Little Wyatt shrugged his shoulders. Spence told me to shut up, go ask around, and look for a sucker for the kid while I was at it.
Because I’ve seen the news, City Confidential, Cops, America’s Most Wanted, 20/20, Dateline, and those other television programs that delve into the uncompromising side of evil human beings, I knew better than to walk into the Side Pocket, stand on the bar, and yell out, “Is anybody in here looking for a little five-year-old boy?” I don’t want to say anything about my Calloustown citizens during rough economic times, but there was the chance that some of them might want an extra kid around for cheap labor, and the others for possible ransom demands. No, I walked into the bar, ordered a beer from Pony Robbins, the owner, and looked around for unfamiliar faces. I seemed to know everyone, and if not by name I knew them enough not to be named Wyatt or Speight or senior. I said to Pony, “You seen any strangers in here today?”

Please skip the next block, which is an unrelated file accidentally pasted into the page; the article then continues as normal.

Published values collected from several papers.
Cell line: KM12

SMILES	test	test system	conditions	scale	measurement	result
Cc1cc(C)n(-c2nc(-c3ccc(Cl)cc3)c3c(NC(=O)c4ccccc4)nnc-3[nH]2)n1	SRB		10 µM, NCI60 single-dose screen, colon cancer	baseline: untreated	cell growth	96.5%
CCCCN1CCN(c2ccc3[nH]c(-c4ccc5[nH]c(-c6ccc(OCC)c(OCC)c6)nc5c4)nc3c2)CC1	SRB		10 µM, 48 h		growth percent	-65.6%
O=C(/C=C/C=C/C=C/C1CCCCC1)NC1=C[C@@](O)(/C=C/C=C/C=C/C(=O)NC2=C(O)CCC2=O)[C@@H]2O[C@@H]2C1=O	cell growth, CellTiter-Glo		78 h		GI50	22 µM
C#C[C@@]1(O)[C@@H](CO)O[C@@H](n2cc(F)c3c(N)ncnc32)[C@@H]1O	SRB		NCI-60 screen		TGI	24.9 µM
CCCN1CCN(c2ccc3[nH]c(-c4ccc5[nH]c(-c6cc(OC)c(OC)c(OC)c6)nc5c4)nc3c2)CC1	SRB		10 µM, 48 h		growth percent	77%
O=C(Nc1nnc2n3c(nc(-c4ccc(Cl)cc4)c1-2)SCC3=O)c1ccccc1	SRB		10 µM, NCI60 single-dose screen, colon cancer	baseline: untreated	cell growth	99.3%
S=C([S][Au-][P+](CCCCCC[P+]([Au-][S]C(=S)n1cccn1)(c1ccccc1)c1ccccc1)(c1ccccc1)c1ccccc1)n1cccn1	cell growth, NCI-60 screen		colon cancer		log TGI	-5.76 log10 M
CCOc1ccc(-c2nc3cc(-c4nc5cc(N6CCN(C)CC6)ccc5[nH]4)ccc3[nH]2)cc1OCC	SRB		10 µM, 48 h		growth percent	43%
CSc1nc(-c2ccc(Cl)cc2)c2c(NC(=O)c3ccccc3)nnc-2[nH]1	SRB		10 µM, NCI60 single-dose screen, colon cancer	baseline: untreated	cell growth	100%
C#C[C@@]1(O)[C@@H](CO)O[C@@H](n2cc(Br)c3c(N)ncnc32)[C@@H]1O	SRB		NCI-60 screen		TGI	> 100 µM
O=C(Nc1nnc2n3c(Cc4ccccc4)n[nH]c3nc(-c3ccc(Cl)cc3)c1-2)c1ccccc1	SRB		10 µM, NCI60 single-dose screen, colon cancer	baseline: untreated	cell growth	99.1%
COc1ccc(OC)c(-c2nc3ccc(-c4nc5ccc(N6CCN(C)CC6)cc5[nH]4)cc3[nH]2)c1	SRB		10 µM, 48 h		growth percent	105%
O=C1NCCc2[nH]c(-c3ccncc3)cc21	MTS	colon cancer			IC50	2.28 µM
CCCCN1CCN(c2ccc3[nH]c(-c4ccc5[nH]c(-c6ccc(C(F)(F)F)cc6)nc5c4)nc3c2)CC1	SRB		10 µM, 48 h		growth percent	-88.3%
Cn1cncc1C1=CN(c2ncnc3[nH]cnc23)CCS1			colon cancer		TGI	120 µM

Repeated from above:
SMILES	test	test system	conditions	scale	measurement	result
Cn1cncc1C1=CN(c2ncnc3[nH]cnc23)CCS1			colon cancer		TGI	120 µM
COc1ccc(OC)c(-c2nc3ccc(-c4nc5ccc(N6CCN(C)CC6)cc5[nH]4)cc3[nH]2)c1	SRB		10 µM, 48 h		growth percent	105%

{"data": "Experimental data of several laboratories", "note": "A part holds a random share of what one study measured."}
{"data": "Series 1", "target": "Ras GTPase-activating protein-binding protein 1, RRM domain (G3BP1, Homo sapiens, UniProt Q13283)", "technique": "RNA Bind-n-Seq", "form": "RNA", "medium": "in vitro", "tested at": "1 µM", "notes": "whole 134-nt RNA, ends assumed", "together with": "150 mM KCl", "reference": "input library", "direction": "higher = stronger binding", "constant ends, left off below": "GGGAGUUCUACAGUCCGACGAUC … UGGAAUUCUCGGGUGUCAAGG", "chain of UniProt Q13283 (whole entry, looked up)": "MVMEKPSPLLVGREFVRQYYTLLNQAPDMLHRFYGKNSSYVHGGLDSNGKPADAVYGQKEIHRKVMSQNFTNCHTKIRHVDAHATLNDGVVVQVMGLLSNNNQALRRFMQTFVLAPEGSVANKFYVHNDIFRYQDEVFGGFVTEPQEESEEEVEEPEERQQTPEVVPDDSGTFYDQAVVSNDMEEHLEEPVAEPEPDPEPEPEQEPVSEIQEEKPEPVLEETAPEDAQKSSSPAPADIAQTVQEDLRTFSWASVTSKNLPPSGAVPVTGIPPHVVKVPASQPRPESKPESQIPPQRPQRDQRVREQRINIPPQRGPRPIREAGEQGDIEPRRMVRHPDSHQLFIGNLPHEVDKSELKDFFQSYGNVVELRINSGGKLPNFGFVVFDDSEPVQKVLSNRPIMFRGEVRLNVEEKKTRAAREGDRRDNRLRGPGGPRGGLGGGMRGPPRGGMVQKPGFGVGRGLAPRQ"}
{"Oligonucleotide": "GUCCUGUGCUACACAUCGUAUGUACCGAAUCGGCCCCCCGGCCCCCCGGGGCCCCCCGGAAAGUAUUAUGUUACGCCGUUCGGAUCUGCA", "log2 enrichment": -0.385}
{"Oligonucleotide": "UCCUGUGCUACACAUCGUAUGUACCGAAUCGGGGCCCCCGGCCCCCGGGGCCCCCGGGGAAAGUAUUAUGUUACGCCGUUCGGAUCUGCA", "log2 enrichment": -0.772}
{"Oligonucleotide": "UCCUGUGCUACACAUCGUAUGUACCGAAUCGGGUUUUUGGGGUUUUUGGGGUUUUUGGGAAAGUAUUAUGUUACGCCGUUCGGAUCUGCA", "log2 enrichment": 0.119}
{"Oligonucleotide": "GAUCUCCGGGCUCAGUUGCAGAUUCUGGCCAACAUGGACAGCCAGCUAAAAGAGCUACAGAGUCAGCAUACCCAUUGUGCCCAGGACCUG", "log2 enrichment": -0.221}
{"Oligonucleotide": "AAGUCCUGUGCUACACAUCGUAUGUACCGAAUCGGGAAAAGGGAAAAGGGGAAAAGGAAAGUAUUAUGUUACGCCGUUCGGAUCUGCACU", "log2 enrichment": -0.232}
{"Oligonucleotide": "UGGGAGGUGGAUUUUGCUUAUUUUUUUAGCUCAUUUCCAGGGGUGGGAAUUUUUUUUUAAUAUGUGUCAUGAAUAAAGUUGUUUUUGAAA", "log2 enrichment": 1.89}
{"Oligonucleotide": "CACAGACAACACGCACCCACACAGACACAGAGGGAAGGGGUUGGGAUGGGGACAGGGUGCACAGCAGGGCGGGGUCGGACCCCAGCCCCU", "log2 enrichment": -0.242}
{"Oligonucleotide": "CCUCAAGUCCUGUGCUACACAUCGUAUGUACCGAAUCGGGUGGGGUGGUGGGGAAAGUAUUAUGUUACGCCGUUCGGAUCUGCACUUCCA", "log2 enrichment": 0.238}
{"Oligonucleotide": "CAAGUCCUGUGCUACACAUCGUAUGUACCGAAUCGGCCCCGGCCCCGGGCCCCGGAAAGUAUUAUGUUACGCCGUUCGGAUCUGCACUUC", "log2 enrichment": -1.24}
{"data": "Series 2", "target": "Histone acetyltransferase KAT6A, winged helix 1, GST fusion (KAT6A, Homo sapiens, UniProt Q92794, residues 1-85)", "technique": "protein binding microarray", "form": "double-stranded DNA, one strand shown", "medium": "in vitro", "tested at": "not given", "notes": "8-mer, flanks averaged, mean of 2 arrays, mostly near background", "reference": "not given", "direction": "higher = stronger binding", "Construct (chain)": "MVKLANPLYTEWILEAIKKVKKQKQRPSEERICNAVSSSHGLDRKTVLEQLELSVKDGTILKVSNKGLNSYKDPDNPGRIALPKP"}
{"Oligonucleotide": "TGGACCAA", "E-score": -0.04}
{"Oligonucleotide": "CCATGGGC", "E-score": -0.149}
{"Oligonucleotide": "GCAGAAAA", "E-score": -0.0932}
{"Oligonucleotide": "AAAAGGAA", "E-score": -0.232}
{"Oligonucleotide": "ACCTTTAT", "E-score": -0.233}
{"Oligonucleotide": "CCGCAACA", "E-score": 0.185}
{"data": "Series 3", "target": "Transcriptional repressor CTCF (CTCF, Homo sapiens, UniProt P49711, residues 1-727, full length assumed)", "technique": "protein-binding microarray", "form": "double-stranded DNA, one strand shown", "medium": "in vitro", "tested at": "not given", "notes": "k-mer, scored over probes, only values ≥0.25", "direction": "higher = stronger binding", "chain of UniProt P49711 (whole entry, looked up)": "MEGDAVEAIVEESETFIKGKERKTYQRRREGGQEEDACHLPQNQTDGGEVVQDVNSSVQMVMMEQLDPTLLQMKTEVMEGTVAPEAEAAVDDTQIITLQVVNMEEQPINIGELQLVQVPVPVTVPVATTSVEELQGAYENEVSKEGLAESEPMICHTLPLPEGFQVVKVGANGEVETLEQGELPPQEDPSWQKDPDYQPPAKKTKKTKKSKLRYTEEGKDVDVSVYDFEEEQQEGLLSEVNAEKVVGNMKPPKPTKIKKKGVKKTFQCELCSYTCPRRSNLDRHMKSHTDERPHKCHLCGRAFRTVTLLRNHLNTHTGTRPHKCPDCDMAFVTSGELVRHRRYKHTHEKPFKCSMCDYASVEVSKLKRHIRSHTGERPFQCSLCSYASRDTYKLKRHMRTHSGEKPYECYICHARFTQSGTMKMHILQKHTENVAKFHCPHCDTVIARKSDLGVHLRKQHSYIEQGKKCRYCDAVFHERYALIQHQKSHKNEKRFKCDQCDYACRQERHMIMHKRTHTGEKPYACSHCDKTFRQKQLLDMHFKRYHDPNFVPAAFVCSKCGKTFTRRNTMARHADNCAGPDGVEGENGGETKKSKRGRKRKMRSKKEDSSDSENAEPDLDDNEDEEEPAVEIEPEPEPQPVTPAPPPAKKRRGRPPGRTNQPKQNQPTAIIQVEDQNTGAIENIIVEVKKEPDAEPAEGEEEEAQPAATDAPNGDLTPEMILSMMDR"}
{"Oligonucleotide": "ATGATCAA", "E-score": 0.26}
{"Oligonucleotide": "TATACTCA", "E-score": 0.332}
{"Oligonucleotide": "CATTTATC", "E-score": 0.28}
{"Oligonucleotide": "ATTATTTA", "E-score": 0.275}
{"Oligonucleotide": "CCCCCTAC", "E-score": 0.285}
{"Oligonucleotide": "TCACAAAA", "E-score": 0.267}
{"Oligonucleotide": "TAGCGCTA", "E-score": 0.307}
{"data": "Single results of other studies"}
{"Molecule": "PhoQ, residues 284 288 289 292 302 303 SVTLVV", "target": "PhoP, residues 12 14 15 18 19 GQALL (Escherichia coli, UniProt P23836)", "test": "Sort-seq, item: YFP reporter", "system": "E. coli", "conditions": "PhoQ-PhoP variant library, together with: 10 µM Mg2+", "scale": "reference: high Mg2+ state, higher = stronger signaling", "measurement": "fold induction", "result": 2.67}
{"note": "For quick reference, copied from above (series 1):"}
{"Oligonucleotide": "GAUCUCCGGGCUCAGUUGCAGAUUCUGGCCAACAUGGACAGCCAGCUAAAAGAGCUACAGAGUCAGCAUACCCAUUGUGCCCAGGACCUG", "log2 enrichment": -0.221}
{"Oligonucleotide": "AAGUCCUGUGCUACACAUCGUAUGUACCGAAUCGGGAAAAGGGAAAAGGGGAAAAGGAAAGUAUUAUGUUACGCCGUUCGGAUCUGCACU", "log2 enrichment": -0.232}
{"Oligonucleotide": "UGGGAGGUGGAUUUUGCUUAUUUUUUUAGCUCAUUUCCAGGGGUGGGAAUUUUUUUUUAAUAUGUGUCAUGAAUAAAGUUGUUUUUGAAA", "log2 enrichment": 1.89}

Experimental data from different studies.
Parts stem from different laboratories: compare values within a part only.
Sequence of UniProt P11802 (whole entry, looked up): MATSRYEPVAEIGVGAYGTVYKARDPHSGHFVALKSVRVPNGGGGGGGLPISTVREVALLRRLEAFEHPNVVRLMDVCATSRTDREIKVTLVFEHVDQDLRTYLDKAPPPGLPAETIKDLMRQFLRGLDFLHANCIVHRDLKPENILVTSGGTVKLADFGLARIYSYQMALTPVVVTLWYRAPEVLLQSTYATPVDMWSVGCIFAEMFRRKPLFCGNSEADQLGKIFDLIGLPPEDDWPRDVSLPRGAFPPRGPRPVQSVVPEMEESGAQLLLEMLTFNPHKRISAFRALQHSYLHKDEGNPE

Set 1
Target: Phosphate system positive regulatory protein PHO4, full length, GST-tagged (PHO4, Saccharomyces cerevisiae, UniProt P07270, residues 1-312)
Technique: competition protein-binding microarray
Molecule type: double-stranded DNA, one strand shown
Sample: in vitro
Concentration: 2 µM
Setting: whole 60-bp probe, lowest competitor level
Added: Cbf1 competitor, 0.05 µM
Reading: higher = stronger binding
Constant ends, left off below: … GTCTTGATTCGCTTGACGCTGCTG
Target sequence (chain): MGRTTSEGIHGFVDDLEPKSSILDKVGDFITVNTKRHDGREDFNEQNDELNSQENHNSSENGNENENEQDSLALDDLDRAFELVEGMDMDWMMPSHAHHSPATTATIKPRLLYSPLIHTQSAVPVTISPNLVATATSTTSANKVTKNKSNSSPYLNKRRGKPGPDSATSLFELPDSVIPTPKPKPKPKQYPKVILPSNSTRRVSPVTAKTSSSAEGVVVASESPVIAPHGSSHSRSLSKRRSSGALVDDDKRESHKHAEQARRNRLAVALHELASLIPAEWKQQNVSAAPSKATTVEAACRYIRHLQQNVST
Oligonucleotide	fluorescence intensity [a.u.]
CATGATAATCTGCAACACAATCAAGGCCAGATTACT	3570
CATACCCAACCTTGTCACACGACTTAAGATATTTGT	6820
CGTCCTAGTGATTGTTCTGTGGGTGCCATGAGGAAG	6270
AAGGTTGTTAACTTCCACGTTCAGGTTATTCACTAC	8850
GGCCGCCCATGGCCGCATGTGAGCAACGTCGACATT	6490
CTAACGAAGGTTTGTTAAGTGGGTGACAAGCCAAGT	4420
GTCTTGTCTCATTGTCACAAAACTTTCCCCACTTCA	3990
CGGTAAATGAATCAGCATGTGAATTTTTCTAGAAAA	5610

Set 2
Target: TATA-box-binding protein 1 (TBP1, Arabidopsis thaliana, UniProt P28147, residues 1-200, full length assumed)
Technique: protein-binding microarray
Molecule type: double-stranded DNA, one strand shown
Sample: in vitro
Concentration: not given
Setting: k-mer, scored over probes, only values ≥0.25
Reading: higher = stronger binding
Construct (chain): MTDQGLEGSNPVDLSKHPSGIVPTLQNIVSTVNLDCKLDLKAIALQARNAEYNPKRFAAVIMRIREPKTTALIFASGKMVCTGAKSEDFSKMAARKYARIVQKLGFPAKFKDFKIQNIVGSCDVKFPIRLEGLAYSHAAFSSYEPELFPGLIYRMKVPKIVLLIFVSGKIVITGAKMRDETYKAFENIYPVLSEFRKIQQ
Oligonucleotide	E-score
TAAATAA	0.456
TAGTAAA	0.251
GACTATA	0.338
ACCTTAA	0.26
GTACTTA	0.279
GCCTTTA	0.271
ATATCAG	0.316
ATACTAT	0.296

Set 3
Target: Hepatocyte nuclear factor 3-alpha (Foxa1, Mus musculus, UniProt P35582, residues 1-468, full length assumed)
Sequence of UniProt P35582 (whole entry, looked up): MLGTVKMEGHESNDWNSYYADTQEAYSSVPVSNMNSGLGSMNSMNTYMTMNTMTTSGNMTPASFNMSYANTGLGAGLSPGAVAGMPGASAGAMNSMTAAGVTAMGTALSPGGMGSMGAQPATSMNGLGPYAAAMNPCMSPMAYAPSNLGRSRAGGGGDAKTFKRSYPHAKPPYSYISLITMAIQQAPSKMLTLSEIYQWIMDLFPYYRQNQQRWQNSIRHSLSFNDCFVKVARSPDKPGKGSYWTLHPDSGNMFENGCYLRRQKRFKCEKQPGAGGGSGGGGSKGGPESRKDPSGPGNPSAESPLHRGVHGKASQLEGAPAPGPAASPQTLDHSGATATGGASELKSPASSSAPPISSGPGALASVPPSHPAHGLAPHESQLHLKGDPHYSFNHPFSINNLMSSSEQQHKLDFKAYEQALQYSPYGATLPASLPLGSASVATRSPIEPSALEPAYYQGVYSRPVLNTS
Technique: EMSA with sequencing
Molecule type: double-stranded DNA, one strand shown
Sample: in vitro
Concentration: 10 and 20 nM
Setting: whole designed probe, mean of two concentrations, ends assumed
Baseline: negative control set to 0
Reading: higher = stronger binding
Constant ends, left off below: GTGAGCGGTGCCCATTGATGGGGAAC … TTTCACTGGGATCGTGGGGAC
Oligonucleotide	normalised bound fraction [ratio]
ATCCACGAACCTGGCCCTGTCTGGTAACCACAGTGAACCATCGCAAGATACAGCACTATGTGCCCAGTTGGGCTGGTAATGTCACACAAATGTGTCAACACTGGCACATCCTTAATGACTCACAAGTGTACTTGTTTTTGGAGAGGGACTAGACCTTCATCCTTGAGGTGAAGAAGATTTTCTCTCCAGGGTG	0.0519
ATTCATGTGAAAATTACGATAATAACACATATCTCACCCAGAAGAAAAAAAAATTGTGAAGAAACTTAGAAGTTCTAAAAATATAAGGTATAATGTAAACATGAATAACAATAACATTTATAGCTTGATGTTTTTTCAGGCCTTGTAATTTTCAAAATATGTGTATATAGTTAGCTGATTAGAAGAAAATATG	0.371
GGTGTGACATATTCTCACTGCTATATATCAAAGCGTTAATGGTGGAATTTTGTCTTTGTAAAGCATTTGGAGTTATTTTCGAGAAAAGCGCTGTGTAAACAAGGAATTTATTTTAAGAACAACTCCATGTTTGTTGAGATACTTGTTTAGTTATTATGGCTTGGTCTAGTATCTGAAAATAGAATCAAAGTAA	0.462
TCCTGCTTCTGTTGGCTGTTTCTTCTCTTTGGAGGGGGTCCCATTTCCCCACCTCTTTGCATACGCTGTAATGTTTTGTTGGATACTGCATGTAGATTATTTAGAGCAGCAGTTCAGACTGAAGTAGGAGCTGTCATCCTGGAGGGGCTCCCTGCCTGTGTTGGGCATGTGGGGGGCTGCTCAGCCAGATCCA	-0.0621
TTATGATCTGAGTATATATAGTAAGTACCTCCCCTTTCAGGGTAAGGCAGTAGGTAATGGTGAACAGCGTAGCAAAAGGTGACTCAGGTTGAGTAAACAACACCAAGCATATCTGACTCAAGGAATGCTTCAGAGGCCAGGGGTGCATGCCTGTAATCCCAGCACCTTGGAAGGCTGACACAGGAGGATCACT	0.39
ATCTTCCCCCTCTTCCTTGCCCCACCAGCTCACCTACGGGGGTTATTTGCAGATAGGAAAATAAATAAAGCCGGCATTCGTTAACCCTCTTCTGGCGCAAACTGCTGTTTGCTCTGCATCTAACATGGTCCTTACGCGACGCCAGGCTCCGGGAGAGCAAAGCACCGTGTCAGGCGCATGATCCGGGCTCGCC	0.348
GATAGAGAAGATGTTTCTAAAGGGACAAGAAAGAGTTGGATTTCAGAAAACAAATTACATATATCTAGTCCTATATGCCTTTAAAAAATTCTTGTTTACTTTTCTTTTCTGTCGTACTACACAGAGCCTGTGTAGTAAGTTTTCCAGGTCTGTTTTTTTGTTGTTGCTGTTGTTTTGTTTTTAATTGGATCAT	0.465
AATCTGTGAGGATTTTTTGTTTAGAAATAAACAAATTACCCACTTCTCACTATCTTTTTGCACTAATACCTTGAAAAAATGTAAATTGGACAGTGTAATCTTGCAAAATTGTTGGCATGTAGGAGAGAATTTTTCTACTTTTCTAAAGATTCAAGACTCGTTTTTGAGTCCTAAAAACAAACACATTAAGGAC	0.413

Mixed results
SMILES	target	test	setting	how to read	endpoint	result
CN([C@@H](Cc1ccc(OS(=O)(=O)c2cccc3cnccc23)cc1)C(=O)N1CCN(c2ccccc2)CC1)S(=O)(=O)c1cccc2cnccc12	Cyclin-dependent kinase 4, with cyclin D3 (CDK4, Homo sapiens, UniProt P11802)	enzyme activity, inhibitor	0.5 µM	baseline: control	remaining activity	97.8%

He wore a long ponytail, which I guess he grew what with his official, given name. Sometimes Pony Robbins got drunk and said, “I’m glad my daddy didn’t name me Mohawk or Fu Man Chu. I’m glad my parents didn’t name me Beehive, or Bob.”
Pony said, “You just missed Eddie and Arnold.”
“There’s a little kid next door who’s lost his parents. You know anybody around here named Wyatt Speight?”
Pony shook his head No. “Only locals and regulars today. You can pretty much tell if an out-of-Calloustowner’s been in here by examining the bottom of this.” He held up an empty tip jar. He handed me a glass of draft beer. “You look like you seen a goat,” Pony said. He always told people how a goat’s eyes scared him more than a wisp of specter crossing an empty street, say from the old florist’s place over to the bar.
I drank my beer, ordered another, and placed a five-dollar bill on the bar. “I’ll be right back,” I said, and went to the diner and called out “Wyatt Speight, Sr.?” then repeated the process up and down the street, sticking my head in storefronts, and so on.